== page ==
SF seeks to come of age in India

DECCAN CHRONICLE. | RAHUL BANERJI
Published Jun 28, 2017, 12:19 am IST
Updated Jun 28, 2017, 12:19 am IST
Pure science fiction has far fewer purveyors, Anil Menon, Mainak Dhar and Suraj Clark Prasad being the early starters.
Sami Ahmed Khan
 Sami Ahmed Khan

Fantasy and science fiction writing is a fairly recent phenomenon in India, though readers in Bangla will recall Satyajit Ray and his Professor Shonku series from years past. Other languages too have seen occasional efforts but it is only in the last few years that the genre has begun to establish itself.

The bog daddy in this line of fiction is, of course, Amish Tripathi whose Shiva Trilogy and the more recent Ram Chandra series have sold around the world in millions. His preferred playing field is mythological fantasy. Others like Samit Basu (The Simoquin Prophecies), Shweta Taneja (Anantya Tantrist series) and Indra Das (The Devourers) are also making a mark, but their offerings too are more in the realms of fantasy.

Aliens in Delhi by Sami Ahmad Khan Niyogi Books  pp. 300, Rs 190.Aliens in Delhi by Sami Ahmad Khan Niyogi Books pp. 300, Rs 190.

Pure science fiction has far fewer purveyors, Anil Menon, Mainak Dhar and Suraj Clark Prasad being the early starters. It is still a nascent scene, but newer writers have begun cropping up, among whom is Sami Ahmed Khan, as much an academic as he is an SF writer.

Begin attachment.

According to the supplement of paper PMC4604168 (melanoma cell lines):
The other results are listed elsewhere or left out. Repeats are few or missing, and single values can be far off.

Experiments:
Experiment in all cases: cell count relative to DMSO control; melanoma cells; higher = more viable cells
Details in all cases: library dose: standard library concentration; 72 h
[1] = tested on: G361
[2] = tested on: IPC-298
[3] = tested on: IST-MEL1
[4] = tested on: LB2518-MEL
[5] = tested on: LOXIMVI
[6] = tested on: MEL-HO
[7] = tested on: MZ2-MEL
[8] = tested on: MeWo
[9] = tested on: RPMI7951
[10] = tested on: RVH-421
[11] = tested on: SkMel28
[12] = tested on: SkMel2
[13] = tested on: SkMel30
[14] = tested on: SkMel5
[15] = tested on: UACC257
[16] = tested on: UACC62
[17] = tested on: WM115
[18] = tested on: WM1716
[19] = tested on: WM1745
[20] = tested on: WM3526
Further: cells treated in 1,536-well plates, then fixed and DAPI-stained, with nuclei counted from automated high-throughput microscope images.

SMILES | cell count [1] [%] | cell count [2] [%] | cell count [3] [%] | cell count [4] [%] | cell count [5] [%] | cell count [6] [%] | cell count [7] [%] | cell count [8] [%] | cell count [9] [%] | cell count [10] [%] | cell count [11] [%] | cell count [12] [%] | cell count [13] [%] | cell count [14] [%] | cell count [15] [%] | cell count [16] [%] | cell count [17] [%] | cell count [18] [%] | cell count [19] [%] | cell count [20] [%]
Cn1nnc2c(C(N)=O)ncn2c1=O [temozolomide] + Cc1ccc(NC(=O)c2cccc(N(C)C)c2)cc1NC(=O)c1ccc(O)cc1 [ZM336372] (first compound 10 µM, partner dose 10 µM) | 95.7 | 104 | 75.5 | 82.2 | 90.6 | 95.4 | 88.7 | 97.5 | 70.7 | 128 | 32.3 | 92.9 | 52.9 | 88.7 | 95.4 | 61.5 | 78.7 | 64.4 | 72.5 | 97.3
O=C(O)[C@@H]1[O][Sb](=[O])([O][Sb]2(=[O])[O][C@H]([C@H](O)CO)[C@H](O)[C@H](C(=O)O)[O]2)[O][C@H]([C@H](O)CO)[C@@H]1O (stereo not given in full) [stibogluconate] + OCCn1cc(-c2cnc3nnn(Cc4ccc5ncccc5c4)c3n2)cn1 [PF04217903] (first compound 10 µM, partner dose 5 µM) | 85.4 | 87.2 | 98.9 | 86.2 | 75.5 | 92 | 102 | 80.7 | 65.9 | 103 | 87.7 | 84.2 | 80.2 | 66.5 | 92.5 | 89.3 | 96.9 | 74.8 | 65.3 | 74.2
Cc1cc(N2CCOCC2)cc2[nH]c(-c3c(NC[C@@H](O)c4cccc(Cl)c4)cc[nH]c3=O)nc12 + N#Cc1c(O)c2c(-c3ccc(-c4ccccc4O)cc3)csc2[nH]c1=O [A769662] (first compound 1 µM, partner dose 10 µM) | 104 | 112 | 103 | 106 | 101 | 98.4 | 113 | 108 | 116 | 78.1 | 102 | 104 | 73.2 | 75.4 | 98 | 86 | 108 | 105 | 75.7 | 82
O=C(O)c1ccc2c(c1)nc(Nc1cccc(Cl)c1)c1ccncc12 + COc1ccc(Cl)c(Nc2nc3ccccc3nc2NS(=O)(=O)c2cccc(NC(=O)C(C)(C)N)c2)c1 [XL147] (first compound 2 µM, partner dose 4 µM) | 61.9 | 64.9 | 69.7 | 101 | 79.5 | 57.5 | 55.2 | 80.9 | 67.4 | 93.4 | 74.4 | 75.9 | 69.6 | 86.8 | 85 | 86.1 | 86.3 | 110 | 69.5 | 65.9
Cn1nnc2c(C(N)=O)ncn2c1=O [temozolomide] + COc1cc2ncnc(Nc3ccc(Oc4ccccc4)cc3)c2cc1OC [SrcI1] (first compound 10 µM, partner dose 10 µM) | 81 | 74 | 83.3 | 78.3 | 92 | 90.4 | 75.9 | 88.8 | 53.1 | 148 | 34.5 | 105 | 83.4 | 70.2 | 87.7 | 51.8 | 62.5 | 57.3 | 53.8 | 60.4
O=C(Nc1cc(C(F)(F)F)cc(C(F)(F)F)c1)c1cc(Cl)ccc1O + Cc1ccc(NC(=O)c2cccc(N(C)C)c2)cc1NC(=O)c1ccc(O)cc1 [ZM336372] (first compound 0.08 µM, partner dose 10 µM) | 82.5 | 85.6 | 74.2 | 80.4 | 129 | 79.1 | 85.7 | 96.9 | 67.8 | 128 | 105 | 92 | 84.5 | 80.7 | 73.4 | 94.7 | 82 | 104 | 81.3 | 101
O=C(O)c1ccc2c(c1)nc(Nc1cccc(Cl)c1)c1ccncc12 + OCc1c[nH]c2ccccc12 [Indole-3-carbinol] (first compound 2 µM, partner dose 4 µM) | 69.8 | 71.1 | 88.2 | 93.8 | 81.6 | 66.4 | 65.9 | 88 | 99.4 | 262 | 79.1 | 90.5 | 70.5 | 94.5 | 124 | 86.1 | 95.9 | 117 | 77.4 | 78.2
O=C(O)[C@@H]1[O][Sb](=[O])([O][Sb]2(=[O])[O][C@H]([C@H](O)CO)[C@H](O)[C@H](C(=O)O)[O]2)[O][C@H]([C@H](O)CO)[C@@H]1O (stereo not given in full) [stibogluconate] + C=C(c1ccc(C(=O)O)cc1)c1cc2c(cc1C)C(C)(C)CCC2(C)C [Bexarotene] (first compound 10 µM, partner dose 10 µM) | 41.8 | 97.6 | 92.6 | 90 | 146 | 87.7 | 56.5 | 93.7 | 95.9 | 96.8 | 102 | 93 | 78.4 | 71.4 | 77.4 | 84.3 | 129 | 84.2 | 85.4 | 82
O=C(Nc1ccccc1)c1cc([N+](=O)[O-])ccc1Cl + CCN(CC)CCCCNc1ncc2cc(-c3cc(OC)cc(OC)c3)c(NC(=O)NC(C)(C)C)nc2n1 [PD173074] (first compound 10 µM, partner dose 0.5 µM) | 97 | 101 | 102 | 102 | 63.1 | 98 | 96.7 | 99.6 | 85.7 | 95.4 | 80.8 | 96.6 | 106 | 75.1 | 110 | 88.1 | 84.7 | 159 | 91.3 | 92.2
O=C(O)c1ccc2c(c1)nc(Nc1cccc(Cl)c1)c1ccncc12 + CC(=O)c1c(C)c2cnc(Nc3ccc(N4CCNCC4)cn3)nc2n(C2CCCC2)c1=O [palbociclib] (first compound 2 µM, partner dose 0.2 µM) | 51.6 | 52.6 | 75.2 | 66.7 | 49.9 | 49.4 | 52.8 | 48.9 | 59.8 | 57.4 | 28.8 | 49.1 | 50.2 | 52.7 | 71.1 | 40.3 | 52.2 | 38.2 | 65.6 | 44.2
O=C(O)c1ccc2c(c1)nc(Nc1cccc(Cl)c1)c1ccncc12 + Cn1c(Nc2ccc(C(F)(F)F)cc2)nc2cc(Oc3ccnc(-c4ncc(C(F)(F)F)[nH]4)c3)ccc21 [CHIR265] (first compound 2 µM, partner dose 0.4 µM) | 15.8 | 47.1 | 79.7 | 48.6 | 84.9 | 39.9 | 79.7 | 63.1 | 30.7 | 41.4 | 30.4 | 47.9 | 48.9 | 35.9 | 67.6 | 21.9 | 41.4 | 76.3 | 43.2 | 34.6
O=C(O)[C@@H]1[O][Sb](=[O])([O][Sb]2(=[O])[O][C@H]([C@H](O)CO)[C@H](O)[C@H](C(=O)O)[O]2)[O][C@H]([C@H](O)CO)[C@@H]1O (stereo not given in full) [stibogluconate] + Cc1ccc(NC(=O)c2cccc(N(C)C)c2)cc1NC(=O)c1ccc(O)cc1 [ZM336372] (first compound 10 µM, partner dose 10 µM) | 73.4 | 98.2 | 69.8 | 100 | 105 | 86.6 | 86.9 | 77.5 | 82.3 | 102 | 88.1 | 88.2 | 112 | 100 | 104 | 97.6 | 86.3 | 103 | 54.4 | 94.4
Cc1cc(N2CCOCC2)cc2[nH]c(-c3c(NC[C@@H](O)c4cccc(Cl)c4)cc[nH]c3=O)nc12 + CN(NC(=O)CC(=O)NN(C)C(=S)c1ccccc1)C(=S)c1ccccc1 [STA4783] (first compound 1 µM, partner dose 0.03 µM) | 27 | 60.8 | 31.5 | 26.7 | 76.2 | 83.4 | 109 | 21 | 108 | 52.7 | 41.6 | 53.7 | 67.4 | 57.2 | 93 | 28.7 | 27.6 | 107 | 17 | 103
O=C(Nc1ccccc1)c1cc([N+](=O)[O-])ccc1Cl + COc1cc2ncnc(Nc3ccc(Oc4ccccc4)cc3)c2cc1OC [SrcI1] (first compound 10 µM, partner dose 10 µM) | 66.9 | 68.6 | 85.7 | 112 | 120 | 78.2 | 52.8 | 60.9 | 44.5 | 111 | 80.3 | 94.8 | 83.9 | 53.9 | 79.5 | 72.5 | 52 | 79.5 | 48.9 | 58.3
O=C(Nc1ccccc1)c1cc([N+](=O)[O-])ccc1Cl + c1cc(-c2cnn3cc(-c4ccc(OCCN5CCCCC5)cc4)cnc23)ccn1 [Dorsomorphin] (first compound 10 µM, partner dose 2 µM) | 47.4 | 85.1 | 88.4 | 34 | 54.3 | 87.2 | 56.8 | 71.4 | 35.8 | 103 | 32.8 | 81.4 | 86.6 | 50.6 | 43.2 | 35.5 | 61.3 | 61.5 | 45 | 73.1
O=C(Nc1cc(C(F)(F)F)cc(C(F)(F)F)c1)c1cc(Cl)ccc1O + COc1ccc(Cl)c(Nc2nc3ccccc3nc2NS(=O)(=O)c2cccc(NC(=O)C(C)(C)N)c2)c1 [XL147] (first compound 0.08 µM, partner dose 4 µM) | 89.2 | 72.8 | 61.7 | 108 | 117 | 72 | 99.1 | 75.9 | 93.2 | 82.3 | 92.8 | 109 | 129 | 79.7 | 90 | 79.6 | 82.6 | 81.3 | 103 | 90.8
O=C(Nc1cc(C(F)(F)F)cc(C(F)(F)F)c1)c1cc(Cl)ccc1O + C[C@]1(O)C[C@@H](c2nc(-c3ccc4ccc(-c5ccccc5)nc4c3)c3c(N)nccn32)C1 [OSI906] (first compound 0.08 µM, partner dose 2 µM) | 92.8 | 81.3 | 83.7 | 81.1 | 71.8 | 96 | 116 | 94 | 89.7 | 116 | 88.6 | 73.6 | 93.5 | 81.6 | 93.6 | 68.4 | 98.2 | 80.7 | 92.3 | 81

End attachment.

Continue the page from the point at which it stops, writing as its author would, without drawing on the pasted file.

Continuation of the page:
A Fulbright Scholar and currently teaching at GGS Indraprastha University in the Capital, Khan’s second book — Aliens in Delhi — blends SF and elements of political intrigue centred on India and Pakistan.

The story, as the name suggests, wanders between localities of the national capital, parts of Kashmir and Pakistan and the wider world beyond with the two intelligence agencies, RAW and ISI — sworn enemies in the real world — working together to ward off an extra-terrestrial invasion.

In Khan’s own words, Aliens in Delhi is a “thought experiment”, with just one aim — ”to tell a crazy story, something that makes the reader see the old in a new light (cell phone radiation as a possible mutagen) and the new in an old light (‘humanised extraterrestrials’).”





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